improved

54

Summary schedule FB =

summary of performance given after learner has completed a given number of trials

55

Summary schedule FB has been shown to have beneficial impact on learning, but what is not know about this type of FB?

the optimal number of trials summarized is not fully known (may be a function of task complexity)

56

Average FB =

learner receives feedback after a certain number of attempts (similar to summary FB).

57

In average FB, FB will be average performance in the series, instead of:

FB about each trial

58

An example of Average FB includes teaching a pt to rise from chair using walker:

• FB given after every 5th attempt
• Many mistakes but FB given only about most common tendency, e.g. pulling up on the walker while rising

59

Learner-regulated FB =

Learner controls when and how much feedback is given.

60

Learner-regulated FB is effective at __________________ and __________________

reducing and individualizing FB

61

Learner-regulated FB involves the _____________ in the learning process.

learner

62

Research has provided what 2 findings?

1. clear learner performance for FB after successful trial (base requests on their performance)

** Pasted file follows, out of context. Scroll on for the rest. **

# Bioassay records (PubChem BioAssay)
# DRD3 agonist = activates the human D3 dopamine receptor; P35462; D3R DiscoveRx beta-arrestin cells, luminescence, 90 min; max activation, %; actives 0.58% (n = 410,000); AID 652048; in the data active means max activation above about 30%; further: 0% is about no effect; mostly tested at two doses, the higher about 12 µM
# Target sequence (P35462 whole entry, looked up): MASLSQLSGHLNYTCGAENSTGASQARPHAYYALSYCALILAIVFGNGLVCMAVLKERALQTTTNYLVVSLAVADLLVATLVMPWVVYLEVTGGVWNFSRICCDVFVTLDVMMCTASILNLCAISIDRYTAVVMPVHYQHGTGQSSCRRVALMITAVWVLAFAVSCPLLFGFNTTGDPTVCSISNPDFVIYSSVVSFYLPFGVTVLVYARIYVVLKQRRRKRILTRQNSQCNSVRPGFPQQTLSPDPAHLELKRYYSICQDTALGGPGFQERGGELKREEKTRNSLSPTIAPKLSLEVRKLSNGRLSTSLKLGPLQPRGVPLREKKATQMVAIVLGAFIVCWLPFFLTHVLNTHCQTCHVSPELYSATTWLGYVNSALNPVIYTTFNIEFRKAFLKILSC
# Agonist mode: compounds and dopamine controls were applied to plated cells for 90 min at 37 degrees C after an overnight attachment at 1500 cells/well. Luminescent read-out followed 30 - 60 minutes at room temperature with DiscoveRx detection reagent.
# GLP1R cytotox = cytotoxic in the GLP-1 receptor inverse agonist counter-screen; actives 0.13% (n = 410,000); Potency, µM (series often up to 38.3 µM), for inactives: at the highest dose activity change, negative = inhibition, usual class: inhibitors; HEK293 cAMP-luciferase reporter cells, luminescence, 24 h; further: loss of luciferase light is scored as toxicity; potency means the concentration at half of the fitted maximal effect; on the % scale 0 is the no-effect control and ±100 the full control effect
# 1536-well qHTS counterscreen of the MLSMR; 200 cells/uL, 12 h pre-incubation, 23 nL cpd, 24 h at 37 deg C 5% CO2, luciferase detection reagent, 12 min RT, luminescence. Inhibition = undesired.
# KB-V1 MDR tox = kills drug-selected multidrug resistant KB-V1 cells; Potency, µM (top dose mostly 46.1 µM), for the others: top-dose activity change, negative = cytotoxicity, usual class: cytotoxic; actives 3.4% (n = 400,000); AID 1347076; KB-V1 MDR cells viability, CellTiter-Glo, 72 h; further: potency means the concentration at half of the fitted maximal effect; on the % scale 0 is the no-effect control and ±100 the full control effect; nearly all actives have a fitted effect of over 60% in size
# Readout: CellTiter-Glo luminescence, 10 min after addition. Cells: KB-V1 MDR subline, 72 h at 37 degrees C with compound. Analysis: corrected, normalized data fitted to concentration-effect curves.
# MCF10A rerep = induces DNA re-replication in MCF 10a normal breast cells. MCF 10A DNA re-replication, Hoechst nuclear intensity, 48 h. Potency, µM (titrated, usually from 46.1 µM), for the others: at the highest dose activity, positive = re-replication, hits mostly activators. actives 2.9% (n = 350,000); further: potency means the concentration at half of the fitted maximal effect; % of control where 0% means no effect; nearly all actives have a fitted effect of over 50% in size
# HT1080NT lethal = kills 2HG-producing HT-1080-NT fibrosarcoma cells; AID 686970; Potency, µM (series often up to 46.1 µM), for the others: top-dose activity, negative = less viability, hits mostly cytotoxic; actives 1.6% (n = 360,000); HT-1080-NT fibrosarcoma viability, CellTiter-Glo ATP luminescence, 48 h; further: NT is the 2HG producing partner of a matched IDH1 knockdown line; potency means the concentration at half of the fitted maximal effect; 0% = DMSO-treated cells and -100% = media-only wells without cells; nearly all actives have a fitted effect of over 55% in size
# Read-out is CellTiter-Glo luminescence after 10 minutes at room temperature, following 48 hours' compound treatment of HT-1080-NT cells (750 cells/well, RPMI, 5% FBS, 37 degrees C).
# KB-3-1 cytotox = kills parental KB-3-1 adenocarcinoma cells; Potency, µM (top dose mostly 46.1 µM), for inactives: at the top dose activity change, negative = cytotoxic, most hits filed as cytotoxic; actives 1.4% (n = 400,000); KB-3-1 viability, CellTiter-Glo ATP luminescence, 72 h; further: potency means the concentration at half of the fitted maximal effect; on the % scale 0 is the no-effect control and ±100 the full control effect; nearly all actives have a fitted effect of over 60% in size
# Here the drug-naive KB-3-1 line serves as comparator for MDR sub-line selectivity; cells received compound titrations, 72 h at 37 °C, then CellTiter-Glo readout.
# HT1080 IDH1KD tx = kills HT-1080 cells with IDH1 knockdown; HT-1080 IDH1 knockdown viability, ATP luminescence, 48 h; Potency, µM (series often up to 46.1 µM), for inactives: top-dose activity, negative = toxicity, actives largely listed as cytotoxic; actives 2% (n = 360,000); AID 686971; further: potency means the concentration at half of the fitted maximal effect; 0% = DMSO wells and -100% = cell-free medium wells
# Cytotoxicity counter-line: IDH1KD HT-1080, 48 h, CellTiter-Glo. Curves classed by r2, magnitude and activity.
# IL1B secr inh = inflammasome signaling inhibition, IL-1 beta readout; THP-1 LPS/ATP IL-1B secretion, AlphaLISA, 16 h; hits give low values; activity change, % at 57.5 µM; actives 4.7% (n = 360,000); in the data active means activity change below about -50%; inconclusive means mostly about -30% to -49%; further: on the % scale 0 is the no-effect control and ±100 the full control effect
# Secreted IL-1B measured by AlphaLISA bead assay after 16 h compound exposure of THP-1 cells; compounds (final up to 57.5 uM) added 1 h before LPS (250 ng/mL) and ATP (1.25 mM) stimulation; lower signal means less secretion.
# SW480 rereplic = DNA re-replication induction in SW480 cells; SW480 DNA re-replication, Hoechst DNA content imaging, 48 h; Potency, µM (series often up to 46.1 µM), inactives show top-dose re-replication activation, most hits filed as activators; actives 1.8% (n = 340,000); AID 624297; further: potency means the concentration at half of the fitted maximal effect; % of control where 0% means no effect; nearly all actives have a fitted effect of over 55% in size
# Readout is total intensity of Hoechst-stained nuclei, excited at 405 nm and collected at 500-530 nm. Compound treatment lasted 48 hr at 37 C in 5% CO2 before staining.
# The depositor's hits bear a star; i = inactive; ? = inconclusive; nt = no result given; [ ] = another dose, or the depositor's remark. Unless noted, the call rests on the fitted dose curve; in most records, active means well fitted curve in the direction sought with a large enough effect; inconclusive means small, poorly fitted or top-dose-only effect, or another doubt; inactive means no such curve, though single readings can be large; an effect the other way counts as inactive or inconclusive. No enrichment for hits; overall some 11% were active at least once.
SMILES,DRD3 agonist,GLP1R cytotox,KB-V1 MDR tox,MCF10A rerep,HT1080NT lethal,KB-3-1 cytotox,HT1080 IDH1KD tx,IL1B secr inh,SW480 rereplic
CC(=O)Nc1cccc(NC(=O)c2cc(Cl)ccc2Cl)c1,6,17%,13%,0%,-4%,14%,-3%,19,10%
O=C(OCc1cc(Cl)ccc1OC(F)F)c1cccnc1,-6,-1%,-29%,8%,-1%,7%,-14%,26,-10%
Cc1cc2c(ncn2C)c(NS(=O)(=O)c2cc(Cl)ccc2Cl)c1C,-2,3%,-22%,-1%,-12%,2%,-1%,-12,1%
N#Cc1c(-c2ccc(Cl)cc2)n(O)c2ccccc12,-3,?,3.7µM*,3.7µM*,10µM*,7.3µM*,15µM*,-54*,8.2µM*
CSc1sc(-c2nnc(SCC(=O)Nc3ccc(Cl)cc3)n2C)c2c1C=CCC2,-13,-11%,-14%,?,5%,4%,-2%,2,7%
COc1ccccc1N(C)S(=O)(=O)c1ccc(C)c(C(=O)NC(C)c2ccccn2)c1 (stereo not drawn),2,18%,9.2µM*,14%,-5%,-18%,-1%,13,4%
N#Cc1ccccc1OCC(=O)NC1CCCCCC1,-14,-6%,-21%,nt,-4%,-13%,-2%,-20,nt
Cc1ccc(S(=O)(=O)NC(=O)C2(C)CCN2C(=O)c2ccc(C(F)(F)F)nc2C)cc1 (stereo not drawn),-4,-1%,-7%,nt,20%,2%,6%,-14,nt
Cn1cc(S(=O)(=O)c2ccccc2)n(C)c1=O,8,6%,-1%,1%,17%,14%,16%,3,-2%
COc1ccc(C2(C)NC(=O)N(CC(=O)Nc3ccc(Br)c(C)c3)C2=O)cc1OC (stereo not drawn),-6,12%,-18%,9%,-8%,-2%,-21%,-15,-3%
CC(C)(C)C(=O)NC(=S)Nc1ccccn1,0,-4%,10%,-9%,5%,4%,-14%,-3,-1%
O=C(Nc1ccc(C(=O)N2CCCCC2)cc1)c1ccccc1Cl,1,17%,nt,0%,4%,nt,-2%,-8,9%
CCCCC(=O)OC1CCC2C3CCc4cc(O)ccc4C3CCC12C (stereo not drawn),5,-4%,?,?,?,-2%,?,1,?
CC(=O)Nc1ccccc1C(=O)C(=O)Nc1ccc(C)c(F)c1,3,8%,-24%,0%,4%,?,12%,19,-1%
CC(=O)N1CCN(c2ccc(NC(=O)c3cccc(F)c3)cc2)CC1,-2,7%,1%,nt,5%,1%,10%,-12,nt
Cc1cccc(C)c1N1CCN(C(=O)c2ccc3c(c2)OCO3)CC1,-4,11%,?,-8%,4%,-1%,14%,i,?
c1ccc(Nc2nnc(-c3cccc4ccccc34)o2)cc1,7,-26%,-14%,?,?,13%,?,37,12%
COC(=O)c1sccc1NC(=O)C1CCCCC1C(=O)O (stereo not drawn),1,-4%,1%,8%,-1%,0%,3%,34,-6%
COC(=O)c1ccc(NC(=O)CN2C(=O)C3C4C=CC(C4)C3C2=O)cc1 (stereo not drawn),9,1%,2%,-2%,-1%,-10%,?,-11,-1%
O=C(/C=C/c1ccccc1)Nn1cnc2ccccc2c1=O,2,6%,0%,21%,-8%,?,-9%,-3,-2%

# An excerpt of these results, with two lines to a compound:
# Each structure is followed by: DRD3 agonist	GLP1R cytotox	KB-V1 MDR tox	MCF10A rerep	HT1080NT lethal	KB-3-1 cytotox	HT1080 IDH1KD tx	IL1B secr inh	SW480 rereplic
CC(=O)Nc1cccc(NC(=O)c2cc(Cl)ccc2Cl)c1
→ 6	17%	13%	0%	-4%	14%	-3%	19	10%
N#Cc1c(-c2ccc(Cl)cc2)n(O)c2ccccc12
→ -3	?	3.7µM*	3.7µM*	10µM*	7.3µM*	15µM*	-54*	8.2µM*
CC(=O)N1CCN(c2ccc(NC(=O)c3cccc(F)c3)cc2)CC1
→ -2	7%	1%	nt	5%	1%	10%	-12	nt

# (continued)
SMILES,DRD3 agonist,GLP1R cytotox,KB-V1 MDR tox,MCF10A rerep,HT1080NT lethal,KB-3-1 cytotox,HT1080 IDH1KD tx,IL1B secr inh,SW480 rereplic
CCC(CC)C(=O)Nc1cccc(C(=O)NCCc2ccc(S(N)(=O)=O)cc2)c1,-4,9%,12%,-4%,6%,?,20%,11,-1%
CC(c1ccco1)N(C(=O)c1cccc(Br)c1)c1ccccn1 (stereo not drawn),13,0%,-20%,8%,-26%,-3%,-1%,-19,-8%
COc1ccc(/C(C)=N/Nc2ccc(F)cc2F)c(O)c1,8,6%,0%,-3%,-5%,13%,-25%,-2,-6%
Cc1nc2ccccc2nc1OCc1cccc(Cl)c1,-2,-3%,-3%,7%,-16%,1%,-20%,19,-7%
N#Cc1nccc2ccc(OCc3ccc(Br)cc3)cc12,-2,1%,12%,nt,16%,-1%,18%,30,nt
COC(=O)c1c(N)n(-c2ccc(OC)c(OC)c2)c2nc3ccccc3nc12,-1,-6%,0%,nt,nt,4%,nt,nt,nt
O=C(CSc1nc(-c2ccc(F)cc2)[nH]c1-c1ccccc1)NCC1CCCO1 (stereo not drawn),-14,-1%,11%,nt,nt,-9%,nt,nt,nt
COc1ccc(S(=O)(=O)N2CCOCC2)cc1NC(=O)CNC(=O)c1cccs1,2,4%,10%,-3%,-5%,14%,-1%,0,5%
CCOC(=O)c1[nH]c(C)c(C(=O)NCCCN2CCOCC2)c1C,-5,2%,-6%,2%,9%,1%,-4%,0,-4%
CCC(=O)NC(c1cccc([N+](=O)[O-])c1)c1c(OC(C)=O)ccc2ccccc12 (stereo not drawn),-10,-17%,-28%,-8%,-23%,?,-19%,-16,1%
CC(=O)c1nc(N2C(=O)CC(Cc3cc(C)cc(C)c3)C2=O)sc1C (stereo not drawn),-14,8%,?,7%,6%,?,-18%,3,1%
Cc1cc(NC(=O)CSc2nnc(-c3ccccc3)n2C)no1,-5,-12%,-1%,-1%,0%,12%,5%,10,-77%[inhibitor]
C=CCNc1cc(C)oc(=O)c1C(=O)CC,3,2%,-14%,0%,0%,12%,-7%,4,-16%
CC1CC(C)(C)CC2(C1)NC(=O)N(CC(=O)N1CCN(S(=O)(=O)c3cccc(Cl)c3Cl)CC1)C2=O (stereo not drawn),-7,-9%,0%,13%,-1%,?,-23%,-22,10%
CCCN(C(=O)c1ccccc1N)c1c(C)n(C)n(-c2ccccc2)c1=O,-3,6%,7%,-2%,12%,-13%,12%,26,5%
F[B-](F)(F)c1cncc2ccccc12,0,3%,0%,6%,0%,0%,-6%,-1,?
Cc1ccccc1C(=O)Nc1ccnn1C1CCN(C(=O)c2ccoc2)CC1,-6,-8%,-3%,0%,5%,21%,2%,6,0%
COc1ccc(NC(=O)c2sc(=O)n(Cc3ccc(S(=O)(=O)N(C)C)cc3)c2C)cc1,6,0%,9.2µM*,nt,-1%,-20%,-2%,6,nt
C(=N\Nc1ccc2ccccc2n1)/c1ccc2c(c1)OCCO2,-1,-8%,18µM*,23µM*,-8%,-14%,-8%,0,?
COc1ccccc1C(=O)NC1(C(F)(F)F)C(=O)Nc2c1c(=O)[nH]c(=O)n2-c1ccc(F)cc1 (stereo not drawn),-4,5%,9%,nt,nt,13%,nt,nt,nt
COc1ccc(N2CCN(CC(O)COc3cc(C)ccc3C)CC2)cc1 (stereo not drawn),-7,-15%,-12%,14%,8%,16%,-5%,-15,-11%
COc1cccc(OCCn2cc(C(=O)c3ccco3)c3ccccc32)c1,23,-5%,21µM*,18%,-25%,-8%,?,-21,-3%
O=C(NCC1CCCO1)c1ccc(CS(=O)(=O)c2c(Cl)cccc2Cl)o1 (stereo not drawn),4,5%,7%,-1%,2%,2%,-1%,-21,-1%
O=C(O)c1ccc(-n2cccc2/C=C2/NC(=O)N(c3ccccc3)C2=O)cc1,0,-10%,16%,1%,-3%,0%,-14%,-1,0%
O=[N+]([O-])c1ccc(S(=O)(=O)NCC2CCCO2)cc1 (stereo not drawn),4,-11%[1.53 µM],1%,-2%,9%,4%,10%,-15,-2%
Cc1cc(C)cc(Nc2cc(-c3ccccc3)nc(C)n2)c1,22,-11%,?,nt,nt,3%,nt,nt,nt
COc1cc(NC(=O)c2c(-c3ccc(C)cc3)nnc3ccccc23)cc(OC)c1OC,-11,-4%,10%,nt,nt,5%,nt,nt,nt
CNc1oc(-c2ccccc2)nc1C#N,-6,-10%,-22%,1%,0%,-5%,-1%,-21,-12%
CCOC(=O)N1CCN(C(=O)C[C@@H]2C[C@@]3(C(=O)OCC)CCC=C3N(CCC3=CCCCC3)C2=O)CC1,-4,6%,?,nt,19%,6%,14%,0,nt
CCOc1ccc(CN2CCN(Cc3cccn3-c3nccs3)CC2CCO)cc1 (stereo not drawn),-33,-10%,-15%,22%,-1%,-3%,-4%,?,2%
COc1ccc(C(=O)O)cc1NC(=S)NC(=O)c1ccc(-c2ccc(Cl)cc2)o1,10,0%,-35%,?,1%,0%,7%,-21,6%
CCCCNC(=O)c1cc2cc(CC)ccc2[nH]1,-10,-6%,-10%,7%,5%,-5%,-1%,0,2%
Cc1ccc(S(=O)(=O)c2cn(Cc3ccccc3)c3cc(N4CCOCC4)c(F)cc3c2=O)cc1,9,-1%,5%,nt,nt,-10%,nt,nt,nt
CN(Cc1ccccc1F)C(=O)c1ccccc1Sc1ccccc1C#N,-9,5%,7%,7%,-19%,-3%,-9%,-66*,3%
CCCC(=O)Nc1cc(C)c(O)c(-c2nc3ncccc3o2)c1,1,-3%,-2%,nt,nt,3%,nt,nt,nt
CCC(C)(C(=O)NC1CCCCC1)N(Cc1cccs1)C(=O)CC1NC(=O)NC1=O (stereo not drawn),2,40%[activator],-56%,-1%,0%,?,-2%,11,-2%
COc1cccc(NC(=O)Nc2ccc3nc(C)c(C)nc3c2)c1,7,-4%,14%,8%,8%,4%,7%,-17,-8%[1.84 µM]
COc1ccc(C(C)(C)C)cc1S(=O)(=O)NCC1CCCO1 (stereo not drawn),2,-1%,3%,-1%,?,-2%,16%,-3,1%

2. learner advantage for those who make decision for FB AFTER task trial

63

Giving FB immediately following attempt can:

have NEGATIVE impact on learning

64

If given FB too soon, _______________ use of intrinsic feedback produced during attempt.

decrease

65

Delayed FB increases the number and variety of:

intrinsic FB sources used

66

Should we give feedback right away or should we wait?

WAIT

67

In regards to the feeback-delay interval, prompting learners to estimate their own performance has:

superior learning effect

68

Practitioners should assist learners to develop _____________________.
Examples include: "how was your crutch placement that time?", "Do yo think the crutches were too far forward or too far back?", "what do you think kept you from being able to transfer by yourself?"

self-evaluation skills.

69

How long do you wait to provide feedback?

There is no evidence indicating an optimal Post-KR interval, longer generally does not hurt

70

As precision of FB/ complexity of movement increases -->

time to process FB should increase

71

Post-KR interval =

learner synthesizes FB information to plan new movement strategy

72

increase complexity -->

increase time

73

Ask pt what he/she is thinking about for:

next attempt

74

Ensure understanding by observing the degree to which FB modifies the:

next attempt.

75

A person must be able to use the information (FB) :
Beginner -->
Advance -->

Beginner --> "ballpark" information
Advance --> specific information

76

What should verbal FB be based on?

the most critical components of a task

77

Prescriptive KP of better for a novice learner, what is better for an experienced learner?

descriptive is better of advanced

78

Should FB be given after every attempt

NO!!

79

use a terminal schedule that forces learner to interpret:

intrinsic feedback

80

Name 4 additional guidelines for giving FB:

1. give learner a choice of when to get FB
2. Wait a few seconds before giving FB
3. have learner engage in self-evaluation of performance, then give feedback
4. "good job" is NOT effective FB for learning